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Thread: Sewing Satin???

  1. #1
    Super Member joeyoz's Avatar
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    I am making a quilt out of my sisters wedding dress and brides maids dresses. I know that satin can be a bugger to sew. Would it be easier to PP? I'm thinking of doing a Log Cabin Heart. Any suggestions would be appreciated.

  2. #2
    Power Poster MadQuilter's Avatar
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    Satin has a tendency to fray terribly. I would recommend foundation piecing for control and stability. (That's like PP but you sew on a backing fabric like muslin).

  3. #3
    Super Member Moonpi's Avatar
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    I've had luck using iron-on stabilizer and Microtex needles. It does stiffen it a little, but once washed, is fine.

  4. #4
    Super Member earthwalker's Avatar
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    I agree with MadQuilter, foundation piecing would be a great idea. I would do a couple of samples, 1 on muslin foundation and 1 using stabiliser...then wash them and see how you like the finished product. Good luck, brave quilter...you certainly have a challenge on your hands...Can't wait to see pics.

  5. #5
    Super Member Chele's Avatar
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    Yikes! Satin! Try some fray check, but that satin stuff can be a mess. It's all over the net with Halloween costumes. You can do it. Go slow, try not to cuss LOL! And you know we'll want to see...good luck!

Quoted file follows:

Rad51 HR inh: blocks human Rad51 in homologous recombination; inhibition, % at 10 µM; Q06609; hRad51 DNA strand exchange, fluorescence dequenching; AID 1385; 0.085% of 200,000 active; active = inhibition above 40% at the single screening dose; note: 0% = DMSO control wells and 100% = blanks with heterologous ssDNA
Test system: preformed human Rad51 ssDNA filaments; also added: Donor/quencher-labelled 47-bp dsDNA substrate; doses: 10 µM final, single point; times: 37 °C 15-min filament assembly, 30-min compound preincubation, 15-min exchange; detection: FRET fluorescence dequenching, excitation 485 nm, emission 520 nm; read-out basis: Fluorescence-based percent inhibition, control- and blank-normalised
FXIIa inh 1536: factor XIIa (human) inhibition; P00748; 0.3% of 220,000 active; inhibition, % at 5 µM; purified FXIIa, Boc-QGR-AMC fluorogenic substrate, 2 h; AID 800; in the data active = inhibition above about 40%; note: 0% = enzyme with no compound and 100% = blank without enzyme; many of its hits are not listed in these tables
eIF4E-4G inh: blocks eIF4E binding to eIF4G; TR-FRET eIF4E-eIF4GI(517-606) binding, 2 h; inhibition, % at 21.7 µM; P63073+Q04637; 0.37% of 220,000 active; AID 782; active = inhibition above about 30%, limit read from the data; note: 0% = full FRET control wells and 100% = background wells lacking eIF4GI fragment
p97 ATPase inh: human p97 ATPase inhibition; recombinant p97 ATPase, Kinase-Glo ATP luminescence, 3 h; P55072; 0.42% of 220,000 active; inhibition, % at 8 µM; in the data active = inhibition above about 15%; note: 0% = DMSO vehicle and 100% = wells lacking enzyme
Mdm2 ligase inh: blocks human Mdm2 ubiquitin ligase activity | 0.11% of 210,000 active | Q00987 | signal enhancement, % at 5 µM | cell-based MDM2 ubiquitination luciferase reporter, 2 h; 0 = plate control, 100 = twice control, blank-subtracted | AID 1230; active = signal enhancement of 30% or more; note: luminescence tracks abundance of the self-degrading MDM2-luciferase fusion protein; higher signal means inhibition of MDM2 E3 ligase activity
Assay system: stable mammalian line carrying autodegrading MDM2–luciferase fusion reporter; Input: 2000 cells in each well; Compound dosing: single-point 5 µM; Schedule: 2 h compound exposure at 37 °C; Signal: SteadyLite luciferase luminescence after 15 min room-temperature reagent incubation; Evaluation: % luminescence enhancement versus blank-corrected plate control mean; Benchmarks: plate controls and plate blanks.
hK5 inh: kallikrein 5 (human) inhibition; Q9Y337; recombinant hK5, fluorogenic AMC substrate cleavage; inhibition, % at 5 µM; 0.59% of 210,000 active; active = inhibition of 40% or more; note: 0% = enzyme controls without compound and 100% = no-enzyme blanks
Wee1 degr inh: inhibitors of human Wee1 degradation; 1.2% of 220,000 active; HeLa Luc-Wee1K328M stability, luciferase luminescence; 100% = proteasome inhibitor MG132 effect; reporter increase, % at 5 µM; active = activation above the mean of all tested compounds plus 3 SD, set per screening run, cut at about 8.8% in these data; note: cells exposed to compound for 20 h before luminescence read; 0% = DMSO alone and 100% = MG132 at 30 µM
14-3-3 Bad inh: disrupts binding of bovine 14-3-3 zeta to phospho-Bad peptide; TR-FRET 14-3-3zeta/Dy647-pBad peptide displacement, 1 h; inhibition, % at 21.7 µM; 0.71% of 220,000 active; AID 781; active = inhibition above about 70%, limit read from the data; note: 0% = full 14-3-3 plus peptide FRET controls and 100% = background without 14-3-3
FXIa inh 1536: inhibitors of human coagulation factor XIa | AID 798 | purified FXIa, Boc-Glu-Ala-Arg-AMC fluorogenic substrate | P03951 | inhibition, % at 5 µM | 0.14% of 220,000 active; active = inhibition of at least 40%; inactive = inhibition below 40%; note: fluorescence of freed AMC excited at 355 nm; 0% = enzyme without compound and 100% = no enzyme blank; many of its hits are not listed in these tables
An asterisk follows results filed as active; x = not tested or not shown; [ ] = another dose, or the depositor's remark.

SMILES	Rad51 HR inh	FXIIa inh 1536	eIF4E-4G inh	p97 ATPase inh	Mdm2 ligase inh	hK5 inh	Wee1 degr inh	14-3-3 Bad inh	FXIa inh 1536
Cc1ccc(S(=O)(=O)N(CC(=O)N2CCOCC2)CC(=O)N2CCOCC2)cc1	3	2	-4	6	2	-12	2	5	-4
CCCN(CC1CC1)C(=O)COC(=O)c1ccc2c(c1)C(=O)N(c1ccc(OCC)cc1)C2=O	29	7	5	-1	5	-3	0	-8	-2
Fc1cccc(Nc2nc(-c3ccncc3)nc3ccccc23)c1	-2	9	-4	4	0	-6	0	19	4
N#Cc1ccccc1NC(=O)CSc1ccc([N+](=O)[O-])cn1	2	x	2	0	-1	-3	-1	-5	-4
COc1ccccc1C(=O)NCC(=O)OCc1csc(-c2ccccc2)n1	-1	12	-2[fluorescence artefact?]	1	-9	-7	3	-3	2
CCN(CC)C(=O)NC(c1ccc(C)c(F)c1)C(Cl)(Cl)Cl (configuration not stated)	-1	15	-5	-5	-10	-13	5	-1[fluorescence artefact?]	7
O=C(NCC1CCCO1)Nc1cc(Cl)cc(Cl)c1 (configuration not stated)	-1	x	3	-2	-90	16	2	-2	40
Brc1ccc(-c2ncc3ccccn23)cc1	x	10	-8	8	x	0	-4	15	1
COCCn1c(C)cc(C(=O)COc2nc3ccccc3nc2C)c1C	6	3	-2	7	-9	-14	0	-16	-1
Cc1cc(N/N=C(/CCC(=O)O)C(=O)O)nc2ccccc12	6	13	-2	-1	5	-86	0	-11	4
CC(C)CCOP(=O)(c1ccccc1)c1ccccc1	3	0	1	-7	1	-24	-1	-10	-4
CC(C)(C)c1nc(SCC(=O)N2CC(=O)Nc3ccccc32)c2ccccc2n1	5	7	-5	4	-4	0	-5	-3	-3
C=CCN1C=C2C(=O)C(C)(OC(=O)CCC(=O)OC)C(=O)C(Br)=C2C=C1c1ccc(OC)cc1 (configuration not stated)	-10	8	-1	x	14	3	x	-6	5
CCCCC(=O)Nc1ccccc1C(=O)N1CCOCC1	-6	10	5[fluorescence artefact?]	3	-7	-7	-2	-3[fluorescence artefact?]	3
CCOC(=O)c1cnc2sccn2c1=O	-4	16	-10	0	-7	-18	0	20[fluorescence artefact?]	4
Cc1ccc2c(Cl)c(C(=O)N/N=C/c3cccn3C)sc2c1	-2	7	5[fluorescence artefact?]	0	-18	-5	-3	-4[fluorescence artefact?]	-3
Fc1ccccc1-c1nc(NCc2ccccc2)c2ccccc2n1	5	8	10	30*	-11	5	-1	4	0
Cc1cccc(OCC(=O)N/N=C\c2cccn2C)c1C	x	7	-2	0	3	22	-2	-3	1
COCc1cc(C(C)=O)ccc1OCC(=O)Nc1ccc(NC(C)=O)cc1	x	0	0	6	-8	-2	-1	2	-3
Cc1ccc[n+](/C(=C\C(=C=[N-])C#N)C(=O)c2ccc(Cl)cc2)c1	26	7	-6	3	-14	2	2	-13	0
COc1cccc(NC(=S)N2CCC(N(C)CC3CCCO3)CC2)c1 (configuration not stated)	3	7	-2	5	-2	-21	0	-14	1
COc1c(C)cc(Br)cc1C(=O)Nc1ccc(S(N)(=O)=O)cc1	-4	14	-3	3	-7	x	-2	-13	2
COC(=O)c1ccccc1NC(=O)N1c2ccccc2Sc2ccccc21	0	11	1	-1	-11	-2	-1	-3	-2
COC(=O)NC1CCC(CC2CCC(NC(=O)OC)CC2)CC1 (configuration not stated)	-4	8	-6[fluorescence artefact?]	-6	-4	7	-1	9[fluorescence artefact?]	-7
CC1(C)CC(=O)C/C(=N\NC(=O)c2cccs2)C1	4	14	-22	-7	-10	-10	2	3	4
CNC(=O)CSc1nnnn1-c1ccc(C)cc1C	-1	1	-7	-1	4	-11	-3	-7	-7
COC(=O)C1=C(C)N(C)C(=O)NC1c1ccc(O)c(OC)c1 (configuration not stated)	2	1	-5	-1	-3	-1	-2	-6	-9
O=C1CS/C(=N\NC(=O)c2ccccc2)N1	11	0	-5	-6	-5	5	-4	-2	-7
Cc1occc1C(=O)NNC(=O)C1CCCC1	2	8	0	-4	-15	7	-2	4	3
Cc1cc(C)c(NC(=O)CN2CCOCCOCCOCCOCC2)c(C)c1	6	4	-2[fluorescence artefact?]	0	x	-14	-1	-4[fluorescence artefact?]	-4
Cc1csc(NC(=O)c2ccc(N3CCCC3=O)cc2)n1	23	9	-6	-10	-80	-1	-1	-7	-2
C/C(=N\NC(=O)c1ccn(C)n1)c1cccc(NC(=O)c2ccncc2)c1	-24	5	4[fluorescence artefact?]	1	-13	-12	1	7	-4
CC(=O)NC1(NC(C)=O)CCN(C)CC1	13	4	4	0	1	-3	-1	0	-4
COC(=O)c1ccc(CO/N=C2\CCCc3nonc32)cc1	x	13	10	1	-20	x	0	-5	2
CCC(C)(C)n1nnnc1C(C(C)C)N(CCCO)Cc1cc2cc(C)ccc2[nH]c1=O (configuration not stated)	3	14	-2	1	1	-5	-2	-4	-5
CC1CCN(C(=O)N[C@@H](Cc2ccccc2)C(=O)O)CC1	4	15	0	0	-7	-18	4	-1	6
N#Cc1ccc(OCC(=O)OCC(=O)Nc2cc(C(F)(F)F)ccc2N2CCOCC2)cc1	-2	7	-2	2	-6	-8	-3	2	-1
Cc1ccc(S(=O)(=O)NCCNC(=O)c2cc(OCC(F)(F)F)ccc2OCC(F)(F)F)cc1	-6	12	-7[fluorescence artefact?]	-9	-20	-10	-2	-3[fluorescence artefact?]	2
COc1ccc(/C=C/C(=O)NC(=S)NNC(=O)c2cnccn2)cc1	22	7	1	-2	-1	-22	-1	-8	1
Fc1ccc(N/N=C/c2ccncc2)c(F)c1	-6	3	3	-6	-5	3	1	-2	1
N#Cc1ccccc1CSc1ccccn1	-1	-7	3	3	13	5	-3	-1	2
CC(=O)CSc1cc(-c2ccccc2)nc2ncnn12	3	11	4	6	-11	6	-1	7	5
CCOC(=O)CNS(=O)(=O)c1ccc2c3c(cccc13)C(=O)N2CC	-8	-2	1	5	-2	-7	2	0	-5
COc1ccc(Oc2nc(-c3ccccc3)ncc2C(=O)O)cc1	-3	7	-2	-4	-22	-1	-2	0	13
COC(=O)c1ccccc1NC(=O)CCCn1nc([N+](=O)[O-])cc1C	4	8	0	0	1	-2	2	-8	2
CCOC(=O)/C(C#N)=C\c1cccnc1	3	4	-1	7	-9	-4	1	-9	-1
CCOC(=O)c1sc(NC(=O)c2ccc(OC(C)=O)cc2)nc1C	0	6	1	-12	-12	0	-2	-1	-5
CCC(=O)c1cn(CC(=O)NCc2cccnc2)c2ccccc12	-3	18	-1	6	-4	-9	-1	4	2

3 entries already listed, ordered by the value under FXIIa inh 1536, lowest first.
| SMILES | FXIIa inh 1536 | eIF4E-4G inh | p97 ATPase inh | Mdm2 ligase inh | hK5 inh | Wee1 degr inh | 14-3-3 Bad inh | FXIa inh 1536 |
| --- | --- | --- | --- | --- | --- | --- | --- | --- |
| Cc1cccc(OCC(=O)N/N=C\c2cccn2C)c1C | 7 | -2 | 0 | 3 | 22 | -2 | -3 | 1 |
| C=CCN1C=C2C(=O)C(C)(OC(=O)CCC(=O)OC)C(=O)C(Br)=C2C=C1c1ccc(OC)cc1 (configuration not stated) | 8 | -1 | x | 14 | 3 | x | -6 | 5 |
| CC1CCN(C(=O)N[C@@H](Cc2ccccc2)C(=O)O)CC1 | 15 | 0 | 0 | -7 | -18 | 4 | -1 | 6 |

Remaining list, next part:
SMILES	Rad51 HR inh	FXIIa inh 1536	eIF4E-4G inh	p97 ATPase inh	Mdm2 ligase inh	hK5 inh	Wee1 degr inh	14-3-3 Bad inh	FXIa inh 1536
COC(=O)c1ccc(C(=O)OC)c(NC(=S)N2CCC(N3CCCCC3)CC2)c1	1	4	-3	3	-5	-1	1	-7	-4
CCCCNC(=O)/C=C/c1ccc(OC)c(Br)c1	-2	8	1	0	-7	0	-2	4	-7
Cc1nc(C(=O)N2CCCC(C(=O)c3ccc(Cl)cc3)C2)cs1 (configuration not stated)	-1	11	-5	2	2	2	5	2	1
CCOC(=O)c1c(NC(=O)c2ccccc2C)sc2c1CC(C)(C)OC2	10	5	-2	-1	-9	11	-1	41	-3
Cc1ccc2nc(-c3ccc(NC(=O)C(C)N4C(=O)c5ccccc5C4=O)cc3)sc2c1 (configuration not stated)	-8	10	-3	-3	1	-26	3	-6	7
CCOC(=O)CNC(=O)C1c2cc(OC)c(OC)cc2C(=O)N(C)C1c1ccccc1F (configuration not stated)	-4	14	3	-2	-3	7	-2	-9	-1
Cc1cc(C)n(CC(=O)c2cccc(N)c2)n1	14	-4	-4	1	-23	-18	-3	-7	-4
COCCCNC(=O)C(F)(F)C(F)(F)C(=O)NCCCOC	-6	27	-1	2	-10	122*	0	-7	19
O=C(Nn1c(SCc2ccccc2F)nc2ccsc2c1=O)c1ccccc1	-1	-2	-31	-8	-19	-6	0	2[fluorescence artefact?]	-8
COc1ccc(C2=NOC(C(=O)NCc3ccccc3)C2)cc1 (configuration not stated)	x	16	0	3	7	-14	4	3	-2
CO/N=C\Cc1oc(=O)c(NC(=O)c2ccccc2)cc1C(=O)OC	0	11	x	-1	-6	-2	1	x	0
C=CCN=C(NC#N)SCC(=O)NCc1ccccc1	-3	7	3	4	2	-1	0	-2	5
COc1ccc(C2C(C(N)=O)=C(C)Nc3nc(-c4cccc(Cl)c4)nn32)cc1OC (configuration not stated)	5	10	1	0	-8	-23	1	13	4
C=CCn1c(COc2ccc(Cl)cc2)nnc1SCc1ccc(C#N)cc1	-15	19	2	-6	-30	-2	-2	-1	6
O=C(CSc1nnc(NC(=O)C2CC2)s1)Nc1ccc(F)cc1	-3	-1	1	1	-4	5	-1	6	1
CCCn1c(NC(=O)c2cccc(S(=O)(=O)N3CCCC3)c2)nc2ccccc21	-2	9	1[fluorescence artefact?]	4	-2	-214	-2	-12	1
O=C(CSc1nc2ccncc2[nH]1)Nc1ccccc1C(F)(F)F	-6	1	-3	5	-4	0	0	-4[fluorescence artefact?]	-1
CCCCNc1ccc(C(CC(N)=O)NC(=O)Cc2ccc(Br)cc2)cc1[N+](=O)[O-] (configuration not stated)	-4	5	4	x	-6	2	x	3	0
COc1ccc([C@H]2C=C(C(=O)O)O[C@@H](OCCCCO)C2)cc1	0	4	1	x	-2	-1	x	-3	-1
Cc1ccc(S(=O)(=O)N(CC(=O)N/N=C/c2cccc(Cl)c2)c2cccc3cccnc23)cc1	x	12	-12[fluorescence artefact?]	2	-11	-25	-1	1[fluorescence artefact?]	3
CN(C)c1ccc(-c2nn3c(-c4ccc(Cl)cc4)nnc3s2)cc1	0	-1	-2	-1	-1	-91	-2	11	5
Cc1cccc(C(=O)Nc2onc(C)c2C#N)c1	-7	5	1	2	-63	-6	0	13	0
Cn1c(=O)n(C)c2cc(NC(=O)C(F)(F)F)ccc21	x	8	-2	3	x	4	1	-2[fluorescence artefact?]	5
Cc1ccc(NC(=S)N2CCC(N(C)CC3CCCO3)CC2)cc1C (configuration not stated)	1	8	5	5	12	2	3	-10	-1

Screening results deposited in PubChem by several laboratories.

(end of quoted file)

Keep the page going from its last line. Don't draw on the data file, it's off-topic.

6. #6
    Power Poster amma's Avatar
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    maybe now would be a good time to look into getting a serger lol I would try foundation piecing and leaving closer to 1/2" seam allowances on it JMHO

  7. #7
    Super Member Prism99's Avatar
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    If you decide to try a fusible, I would recommend fusible tricot. It is soft and leaves a soft hand to the fabric. Tricot is the stretchy fabric often found in under panties; they add fusible dots to one side.

    JoAnn Fabrics sells it in little packets, but I found it much cheaper from an online drapery company -- $2 or $3 a yard, and the fusible is 60" wide. They had it in black and white. I think the company was Black's, but I no longer have the link. Found it by comparison-shopping on the web.

    You could buy a packet from JoAnn's and, if you like it, order in bulk from a drapery company. If you use this, hold a steam iron above it for a few seconds to allow the fusible to shrink (you can watch it shrink) before lowering the iron to fuse it to the fabric.

    Another option would be to wash the satin first, then starch it heavily (1:1 solution of Sta-Flo liquid laundry starch and water applied with a painter's brush), throw it in the dryer, and then iron it before cutting.

    I would hesitate to paper-piece with Satin because it is so slippery, and because I would be afraid of creating runs in the fabric when taking the paper out.

  8. #8
    Super Member joeyoz's Avatar
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    Wow. Those are all great suggestions. Thank you all so much for the input. Lots of options. I love this board. You all are the greatest.!!! :D :D :D

  9. #9
    Super Member Deecee's Avatar
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    I used satin from my daughters and DIL dresses for wedding memories quilts and found bonding to a stabiliser made it quite easy to sew. It does make it firmer to hand and you do need to be careful not to snag it either with pins (pin only in seam allowance) or with rough hands.

    Good luck - love to see finished result.

  10. #10
    Power Poster amma's Avatar
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    They were just sewing with satin on "America Sews With Sue" today and they were backing the satins with fusible tricot like Prism99 suggested :wink: It kept the satin supple but took care of the fraying.

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